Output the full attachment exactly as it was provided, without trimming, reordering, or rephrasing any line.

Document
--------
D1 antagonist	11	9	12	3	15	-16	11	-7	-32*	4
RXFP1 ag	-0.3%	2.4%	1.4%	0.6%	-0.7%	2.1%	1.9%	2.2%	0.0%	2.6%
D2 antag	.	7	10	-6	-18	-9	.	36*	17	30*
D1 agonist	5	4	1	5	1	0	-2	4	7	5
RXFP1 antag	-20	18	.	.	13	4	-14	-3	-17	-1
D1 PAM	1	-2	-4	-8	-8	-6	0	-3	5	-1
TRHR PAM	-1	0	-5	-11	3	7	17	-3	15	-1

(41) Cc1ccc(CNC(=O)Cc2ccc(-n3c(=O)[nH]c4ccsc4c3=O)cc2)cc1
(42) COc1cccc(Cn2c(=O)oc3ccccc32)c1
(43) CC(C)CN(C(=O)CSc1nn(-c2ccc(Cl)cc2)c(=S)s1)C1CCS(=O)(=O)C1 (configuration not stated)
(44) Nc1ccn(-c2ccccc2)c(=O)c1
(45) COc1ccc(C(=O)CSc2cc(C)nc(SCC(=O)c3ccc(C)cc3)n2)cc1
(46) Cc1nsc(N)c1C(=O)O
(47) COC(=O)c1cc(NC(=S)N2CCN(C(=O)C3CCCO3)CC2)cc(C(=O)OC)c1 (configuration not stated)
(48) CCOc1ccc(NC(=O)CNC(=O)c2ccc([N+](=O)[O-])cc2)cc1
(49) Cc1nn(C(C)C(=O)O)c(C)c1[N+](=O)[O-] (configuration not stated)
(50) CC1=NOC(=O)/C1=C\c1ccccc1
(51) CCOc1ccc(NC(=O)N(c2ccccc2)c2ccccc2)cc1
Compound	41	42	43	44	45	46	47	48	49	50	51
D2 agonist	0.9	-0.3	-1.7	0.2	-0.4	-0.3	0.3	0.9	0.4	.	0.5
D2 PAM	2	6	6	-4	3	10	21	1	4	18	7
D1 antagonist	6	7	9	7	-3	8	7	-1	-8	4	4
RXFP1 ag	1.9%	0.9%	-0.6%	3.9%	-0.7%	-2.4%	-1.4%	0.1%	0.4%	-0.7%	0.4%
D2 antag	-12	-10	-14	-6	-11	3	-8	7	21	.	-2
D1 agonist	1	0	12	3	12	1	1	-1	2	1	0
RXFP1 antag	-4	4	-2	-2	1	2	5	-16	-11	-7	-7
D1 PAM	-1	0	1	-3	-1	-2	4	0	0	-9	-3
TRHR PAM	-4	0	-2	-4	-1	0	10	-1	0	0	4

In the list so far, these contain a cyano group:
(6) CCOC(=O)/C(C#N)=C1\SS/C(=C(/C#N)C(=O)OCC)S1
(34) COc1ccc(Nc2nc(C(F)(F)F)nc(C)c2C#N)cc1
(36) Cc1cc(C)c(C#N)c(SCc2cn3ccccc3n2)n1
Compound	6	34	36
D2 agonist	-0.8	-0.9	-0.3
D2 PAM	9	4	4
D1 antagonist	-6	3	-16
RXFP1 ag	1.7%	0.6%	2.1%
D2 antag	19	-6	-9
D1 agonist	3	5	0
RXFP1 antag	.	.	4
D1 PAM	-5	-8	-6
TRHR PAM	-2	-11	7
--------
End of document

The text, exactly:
D1 antagonist	11	9	12	3	15	-16	11	-7	-32*	4
RXFP1 ag	-0.3%	2.4%	1.4%	0.6%	-0.7%	2.1%	1.9%	2.2%	0.0%	2.6%
D2 antag	.	7	10	-6	-18	-9	.	36*	17	30*
D1 agonist	5	4	1	5	1	0	-2	4	7	5
RXFP1 antag	-20	18	.	.	13	4	-14	-3	-17	-1
D1 PAM	1	-2	-4	-8	-8	-6	0	-3	5	-1
TRHR PAM	-1	0	-5	-11	3	7	17	-3	15	-1

(41) Cc1ccc(CNC(=O)Cc2ccc(-n3c(=O)[nH]c4ccsc4c3=O)cc2)cc1
(42) COc1cccc(Cn2c(=O)oc3ccccc32)c1
(43) CC(C)CN(C(=O)CSc1nn(-c2ccc(Cl)cc2)c(=S)s1)C1CCS(=O)(=O)C1 (configuration not stated)
(44) Nc1ccn(-c2ccccc2)c(=O)c1
(45) COc1ccc(C(=O)CSc2cc(C)nc(SCC(=O)c3ccc(C)cc3)n2)cc1
(46) Cc1nsc(N)c1C(=O)O
(47) COC(=O)c1cc(NC(=S)N2CCN(C(=O)C3CCCO3)CC2)cc(C(=O)OC)c1 (configuration not stated)
(48) CCOc1ccc(NC(=O)CNC(=O)c2ccc([N+](=O)[O-])cc2)cc1
(49) Cc1nn(C(C)C(=O)O)c(C)c1[N+](=O)[O-] (configuration not stated)
(50) CC1=NOC(=O)/C1=C\c1ccccc1
(51) CCOc1ccc(NC(=O)N(c2ccccc2)c2ccccc2)cc1
Compound	41	42	43	44	45	46	47	48	49	50	51
D2 agonist	0.9	-0.3	-1.7	0.2	-0.4	-0.3	0.3	0.9	0.4	.	0.5
D2 PAM	2	6	6	-4	3	10	21	1	4	18	7
D1 antagonist	6	7	9	7	-3	8	7	-1	-8	4	4
RXFP1 ag	1.9%	0.9%	-0.6%	3.9%	-0.7%	-2.4%	-1.4%	0.1%	0.4%	-0.7%	0.4%
D2 antag	-12	-10	-14	-6	-11	3	-8	7	21	.	-2
D1 agonist	1	0	12	3	12	1	1	-1	2	1	0
RXFP1 antag	-4	4	-2	-2	1	2	5	-16	-11	-7	-7
D1 PAM	-1	0	1	-3	-1	-2	4	0	0	-9	-3
TRHR PAM	-4	0	-2	-4	-1	0	10	-1	0	0	4

In the list so far, these contain a cyano group:
(6) CCOC(=O)/C(C#N)=C1\SS/C(=C(/C#N)C(=O)OCC)S1
(34) COc1ccc(Nc2nc(C(F)(F)F)nc(C)c2C#N)cc1
(36) Cc1cc(C)c(C#N)c(SCc2cn3ccccc3n2)n1
Compound	6	34	36
D2 agonist	-0.8	-0.9	-0.3
D2 PAM	9	4	4
D1 antagonist	-6	3	-16
RXFP1 ag	1.7%	0.6%	2.1%
D2 antag	19	-6	-9
D1 agonist	3	5	0
RXFP1 antag	.	.	4
D1 PAM	-5	-8	-6
TRHR PAM	-2	-11	7